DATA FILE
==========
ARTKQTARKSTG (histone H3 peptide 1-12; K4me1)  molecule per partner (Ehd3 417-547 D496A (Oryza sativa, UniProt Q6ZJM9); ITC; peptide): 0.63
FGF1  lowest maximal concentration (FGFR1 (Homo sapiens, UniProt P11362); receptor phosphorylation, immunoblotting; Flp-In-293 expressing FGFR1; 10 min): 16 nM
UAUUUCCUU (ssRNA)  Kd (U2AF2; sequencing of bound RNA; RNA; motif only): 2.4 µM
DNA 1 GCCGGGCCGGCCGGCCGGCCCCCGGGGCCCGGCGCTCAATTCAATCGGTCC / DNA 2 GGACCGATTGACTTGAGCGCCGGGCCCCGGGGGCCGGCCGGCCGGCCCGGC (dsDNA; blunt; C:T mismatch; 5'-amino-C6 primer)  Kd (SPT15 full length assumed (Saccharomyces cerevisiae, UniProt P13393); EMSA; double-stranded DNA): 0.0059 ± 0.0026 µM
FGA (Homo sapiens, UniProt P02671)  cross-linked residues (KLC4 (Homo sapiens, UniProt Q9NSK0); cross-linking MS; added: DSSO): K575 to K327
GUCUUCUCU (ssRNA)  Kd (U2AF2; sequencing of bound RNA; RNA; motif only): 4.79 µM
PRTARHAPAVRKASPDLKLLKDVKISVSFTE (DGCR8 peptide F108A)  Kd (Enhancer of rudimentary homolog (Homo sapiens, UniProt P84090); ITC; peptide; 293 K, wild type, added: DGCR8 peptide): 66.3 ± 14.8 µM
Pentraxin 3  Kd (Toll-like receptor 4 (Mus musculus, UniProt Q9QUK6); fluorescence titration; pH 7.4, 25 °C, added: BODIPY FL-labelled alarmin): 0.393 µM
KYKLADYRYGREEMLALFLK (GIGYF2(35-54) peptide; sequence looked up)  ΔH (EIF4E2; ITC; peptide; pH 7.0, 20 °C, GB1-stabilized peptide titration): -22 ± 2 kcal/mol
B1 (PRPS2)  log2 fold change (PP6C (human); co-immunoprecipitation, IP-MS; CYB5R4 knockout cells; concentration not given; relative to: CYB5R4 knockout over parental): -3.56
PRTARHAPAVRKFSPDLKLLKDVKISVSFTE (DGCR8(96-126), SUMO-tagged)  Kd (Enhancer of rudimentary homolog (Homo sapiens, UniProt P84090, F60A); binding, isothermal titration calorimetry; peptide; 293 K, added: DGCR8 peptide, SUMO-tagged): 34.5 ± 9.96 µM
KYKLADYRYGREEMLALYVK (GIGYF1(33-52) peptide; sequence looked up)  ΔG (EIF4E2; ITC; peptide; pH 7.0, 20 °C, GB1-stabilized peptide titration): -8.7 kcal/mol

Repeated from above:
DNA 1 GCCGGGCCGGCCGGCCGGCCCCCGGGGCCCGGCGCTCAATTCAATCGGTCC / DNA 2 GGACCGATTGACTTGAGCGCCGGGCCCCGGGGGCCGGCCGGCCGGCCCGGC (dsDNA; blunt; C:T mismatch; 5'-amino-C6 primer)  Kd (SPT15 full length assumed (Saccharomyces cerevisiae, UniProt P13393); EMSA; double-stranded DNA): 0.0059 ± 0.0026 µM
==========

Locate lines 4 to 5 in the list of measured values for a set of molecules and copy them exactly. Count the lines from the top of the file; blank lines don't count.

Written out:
DNA 1 GCCGGGCCGGCCGGCCGGCCCCCGGGGCCCGGCGCTCAATTCAATCGGTCC / DNA 2 GGACCGATTGACTTGAGCGCCGGGCCCCGGGGGCCGGCCGGCCGGCCCGGC (dsDNA; blunt; C:T mismatch; 5'-amino-C6 primer)  Kd (SPT15 full length assumed (Saccharomyces cerevisiae, UniProt P13393); EMSA; double-stranded DNA): 0.0059 ± 0.0026 µM
FGA (Homo sapiens, UniProt P02671)  cross-linked residues (KLC4 (Homo sapiens, UniProt Q9NSK0); cross-linking MS; added: DSSO): K575 to K327